Everything you need to know about NFTs— and if you should even care

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Emily Mason

Hey, remember that time you took a photo of a rock and then thought “I could sell this for $100,000 of internet money?” No? Weird.

But that’s exactly what happened earlier this year as headlines broke about the emergence of NFTs—the online trend that made a few people rich, and everyone else confused.

Allow us to be your official NFT guide. We’re going to strip away the Tech Bro lingo so you can figure out if they’re worth your while. Who knows, maybe you’ll end up like this guy who earned half a million dollars for an animated video of a Pop-Tart cat. Dream big, friends.

First thing’s first

Before we dig into NFTs, we need to explain two other related concepts: cryptocurrency and blockchain.

Cryptocurrency is digital money. There are many similarities between crypto and the dollars sitting in your bank account right now. People use it to buy things from other people, which we call transactions.

The key difference between cryptocurrency and money (as we know it) is how we process those transactions. When you buy an item from a store using your debit card, you punch your information into the machine. The machine then asks your bank if you have enough money to buy that item. The bank either approves or rejects the transaction. And that’s that.

But cryptocurrency is a 'decentralized' form of money, which means that there is no organization controlling the funds. It’s actually overseen by the public. People like you and I. Every transaction made with cryptocurrency is written into a public record that anybody can see. There are thousands of computers all around the world that track this activity. So when you try to buy something with Bitcoin or Ethereum—the two most used digital currencies—these computers will collectively make sure you have enough to buy the item. This new system, and where the information is stored, is called a 'blockchain'.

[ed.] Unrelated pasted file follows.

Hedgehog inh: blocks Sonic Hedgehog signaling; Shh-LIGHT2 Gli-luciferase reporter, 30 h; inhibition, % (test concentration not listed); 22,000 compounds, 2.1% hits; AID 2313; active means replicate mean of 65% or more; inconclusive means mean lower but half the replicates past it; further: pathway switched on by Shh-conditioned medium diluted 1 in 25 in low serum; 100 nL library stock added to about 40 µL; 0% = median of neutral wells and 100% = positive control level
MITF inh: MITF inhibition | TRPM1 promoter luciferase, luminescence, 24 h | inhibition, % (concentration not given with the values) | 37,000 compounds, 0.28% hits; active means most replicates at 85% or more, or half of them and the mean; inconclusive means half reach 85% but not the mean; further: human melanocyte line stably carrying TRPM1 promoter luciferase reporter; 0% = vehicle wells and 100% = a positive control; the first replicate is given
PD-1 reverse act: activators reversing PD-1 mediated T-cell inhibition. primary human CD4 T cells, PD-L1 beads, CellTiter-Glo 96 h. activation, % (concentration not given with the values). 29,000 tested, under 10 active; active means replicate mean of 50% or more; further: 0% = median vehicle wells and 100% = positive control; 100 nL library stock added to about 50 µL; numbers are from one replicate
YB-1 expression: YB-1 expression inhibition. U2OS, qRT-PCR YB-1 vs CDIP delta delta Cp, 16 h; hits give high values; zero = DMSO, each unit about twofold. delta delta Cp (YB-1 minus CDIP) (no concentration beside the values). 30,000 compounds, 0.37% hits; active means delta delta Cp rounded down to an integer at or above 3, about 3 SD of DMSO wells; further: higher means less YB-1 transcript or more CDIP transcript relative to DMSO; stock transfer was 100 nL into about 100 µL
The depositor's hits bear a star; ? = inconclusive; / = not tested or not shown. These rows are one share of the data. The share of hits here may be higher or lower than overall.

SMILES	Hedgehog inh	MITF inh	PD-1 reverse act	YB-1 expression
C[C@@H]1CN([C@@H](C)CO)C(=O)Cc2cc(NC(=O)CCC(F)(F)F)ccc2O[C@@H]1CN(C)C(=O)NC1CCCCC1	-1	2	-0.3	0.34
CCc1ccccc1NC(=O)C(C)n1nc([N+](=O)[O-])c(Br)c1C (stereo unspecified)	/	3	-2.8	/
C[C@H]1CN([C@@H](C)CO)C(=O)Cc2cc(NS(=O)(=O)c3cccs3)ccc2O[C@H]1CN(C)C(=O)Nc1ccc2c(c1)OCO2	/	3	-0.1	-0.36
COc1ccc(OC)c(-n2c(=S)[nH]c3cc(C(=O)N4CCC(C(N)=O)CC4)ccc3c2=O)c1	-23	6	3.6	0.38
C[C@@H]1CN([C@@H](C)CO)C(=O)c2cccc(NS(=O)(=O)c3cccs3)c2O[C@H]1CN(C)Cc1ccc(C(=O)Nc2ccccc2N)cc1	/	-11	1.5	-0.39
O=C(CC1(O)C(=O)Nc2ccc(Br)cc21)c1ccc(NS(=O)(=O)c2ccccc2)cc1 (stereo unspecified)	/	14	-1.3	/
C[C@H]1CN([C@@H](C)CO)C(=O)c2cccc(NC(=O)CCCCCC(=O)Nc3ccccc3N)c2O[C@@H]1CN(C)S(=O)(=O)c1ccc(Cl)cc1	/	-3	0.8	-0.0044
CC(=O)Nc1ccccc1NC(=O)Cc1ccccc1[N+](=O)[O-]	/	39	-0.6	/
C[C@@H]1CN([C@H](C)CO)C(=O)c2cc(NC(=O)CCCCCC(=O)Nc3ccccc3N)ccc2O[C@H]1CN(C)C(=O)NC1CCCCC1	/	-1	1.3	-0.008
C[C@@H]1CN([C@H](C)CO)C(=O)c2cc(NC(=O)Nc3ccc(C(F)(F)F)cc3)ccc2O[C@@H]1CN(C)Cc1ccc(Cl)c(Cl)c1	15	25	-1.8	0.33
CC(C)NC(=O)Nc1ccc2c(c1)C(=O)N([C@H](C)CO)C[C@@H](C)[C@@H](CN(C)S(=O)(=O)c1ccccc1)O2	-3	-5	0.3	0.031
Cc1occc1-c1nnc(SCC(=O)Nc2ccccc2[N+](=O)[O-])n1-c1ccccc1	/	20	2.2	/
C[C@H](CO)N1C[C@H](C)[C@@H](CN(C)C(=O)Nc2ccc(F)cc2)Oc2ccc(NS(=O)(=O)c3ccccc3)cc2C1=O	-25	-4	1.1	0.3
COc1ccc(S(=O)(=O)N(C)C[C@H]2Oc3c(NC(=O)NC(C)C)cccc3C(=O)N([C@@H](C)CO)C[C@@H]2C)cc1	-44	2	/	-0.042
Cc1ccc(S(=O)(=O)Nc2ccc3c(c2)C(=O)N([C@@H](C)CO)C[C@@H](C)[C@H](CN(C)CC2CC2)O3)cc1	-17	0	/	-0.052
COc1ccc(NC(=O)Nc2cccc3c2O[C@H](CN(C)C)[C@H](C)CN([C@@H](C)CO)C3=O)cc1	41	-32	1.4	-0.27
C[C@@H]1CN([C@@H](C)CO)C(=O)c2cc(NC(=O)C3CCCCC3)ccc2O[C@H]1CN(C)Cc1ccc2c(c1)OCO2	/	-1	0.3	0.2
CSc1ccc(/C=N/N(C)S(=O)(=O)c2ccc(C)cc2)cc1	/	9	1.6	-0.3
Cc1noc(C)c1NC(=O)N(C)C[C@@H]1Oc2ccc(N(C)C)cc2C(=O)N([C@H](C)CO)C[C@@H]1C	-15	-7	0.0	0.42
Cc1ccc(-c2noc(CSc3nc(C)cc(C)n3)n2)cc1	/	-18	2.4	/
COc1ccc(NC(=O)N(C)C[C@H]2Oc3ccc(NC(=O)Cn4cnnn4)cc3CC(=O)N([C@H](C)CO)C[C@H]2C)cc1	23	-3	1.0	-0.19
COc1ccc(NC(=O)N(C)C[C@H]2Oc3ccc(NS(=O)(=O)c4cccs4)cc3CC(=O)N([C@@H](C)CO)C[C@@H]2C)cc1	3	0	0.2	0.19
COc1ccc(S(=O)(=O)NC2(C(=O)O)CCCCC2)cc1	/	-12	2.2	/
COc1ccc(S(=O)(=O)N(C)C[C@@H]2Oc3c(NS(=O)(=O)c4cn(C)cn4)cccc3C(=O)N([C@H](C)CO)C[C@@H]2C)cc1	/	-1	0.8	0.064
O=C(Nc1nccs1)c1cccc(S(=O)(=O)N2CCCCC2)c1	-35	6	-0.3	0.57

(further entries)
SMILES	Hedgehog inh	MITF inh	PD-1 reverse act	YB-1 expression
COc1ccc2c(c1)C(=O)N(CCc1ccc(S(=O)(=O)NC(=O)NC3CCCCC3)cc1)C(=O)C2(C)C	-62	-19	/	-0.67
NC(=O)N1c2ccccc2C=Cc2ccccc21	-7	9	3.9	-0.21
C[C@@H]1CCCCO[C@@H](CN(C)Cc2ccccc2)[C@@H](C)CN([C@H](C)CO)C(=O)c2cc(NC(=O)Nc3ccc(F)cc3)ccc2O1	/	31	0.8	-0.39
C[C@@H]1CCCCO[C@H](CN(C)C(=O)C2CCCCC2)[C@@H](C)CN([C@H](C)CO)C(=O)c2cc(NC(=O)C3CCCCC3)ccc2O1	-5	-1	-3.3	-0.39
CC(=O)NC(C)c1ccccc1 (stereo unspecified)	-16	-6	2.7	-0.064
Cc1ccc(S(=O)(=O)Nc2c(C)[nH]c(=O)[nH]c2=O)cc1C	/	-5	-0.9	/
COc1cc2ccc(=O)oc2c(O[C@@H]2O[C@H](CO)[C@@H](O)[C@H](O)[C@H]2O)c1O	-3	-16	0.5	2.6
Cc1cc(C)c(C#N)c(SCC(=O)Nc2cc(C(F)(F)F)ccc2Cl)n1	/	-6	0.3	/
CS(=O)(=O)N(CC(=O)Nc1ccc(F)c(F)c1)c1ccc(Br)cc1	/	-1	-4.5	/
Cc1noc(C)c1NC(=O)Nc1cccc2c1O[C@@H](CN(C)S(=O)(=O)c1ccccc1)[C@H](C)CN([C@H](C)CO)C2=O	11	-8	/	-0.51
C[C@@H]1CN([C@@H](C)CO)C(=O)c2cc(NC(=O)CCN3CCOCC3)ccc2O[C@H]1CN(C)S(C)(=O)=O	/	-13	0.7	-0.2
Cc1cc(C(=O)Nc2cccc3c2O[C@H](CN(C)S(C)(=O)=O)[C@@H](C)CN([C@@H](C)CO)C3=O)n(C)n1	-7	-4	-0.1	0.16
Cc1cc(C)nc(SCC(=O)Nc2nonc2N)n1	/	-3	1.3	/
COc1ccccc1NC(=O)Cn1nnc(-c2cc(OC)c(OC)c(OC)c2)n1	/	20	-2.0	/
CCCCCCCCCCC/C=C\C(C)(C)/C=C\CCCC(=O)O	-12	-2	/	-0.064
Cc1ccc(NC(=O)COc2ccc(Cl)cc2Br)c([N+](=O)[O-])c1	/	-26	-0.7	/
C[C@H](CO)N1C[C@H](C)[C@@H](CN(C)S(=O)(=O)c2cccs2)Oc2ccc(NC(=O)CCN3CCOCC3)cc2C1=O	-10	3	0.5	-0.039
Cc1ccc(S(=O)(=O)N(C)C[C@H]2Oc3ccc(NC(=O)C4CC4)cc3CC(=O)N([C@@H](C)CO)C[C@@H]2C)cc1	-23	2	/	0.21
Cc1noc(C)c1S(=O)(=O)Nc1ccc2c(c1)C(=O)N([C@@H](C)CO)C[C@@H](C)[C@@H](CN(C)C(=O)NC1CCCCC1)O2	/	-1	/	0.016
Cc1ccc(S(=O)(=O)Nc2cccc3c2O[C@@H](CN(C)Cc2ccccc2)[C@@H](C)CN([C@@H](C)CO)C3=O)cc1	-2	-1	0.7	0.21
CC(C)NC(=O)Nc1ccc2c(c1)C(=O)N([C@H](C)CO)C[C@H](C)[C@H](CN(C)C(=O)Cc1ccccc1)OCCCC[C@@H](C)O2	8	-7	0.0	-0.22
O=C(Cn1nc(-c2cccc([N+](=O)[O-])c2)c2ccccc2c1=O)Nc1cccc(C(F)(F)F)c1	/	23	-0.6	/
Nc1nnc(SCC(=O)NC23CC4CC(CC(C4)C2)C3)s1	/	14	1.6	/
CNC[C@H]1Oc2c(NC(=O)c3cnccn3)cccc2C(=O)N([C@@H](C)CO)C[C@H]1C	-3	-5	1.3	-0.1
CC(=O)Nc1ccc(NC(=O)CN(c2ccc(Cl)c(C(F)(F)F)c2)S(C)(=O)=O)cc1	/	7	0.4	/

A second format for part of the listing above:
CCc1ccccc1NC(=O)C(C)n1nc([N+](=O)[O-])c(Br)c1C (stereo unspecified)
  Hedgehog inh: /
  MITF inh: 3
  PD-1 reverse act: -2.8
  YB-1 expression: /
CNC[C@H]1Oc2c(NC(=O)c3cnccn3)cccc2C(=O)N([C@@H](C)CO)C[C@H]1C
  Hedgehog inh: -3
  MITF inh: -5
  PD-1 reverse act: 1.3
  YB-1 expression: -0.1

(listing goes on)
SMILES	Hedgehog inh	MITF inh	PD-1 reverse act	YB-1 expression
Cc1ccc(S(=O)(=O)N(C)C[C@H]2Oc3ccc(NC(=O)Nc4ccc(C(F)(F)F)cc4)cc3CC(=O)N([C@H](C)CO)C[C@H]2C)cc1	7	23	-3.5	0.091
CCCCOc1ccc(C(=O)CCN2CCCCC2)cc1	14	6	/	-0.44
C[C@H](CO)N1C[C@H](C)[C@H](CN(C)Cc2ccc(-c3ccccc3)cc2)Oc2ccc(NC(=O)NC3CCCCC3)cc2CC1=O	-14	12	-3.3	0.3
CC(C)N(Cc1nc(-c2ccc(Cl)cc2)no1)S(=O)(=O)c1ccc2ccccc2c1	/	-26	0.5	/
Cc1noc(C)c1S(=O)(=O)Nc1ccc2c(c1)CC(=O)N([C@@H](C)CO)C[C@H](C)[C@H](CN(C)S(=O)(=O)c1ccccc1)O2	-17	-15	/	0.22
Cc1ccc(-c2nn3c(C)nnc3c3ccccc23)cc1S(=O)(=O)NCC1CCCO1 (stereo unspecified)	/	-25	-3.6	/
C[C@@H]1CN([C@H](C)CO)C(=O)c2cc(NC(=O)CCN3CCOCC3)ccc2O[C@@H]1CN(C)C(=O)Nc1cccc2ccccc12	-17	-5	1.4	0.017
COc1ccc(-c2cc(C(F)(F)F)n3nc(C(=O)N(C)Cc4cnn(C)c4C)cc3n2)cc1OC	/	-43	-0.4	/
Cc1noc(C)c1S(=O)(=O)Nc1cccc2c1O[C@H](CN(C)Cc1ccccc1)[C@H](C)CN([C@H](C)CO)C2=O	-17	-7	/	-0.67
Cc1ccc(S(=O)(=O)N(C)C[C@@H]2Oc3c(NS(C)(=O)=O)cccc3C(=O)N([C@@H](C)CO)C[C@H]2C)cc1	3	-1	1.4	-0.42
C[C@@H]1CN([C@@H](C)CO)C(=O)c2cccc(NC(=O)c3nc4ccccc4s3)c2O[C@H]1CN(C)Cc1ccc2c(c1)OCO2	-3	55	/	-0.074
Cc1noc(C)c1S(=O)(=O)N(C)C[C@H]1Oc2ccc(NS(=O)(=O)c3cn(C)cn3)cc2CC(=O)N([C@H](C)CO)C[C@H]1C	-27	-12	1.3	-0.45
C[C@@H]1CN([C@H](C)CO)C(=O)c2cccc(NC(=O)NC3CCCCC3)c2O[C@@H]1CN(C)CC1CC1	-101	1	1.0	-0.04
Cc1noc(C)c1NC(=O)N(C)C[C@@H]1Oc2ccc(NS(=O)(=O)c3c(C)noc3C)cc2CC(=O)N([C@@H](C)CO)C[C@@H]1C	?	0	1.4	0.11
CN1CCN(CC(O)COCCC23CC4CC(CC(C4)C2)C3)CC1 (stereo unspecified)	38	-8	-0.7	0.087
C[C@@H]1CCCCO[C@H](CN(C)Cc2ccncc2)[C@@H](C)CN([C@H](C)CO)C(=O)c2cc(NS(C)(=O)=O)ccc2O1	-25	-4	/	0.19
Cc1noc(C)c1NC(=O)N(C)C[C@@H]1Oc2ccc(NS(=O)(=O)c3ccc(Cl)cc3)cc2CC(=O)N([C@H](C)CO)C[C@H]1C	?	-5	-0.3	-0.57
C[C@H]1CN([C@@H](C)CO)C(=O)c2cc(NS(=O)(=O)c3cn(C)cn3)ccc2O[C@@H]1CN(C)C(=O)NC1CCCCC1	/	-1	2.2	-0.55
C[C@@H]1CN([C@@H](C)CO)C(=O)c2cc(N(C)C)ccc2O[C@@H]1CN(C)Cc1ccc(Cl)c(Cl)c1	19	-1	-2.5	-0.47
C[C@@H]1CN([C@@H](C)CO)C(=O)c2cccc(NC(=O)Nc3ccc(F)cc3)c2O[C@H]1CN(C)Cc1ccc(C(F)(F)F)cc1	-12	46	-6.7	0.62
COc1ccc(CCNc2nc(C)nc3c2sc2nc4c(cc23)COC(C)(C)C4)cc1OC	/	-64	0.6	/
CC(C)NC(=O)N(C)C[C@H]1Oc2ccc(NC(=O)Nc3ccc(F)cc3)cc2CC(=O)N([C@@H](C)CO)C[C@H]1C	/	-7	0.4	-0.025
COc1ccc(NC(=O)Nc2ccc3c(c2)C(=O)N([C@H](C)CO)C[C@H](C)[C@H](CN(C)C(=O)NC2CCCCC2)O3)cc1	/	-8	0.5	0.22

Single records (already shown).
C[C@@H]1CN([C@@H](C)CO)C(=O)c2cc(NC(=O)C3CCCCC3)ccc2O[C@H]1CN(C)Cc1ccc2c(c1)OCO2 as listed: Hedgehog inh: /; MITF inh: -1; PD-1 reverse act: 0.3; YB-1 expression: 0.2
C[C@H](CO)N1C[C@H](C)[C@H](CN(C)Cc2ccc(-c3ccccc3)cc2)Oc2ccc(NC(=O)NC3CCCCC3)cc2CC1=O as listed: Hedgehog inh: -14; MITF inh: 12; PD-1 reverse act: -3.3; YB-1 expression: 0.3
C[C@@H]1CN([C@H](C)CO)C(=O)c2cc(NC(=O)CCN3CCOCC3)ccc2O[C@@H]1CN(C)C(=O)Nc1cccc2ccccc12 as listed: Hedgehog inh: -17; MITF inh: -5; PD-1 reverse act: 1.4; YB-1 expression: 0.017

Okay, so what is an NFT?

NFT stands for ‘non-fungible token,’ which clears absolutely nothing up.

A non-fungible token is a digital asset you can buy using cryptocurrency. An NFT could be an image, animation, song, video, tweet—pretty much any asset that lives online can now be sold.

To turn regular online content into an NFT, the asset needs to be minted, which is the word we use for officially adding the item into the blockchain. This creates a certificate of authenticity. Next, the creator will either set a fixed price or begin an auction for the item. When a buyer decides to purchase the item, it’s paid for in cryptocurrency and it gets deposited into the creator’s online account. The buyer then receives the file and the certificate.

But… why do people buy NFTs?

Good question.

Earlier this year, digital artist Beeple created a composition of 5,000 daily drawings and sold the .jpeg as an NFT for $69 million. But despite all this, his work can still be viewed with a simple Google search. So why do people spend millions of dollars on something they could screenshot or download for free?

Bragging rights, honey.

You might have the screenshot, but only one person owns the file. It’s the digital equal of owning a print of the Mona Lisa versus owning the original painting. Except instead of the Mona Lisa it’s a photo of a rock.

Some people also buy NFTs to support their favourite artists, or to get exclusive rights to use the image however they like. Online copyright law contains an awful lot of grey area—this is one way to avoid all that.

All in all, if you take one thing from this article, it’s that you should never underestimate the financial potential of a cat video. And that the future is here.

A Black man smiles at the camera.

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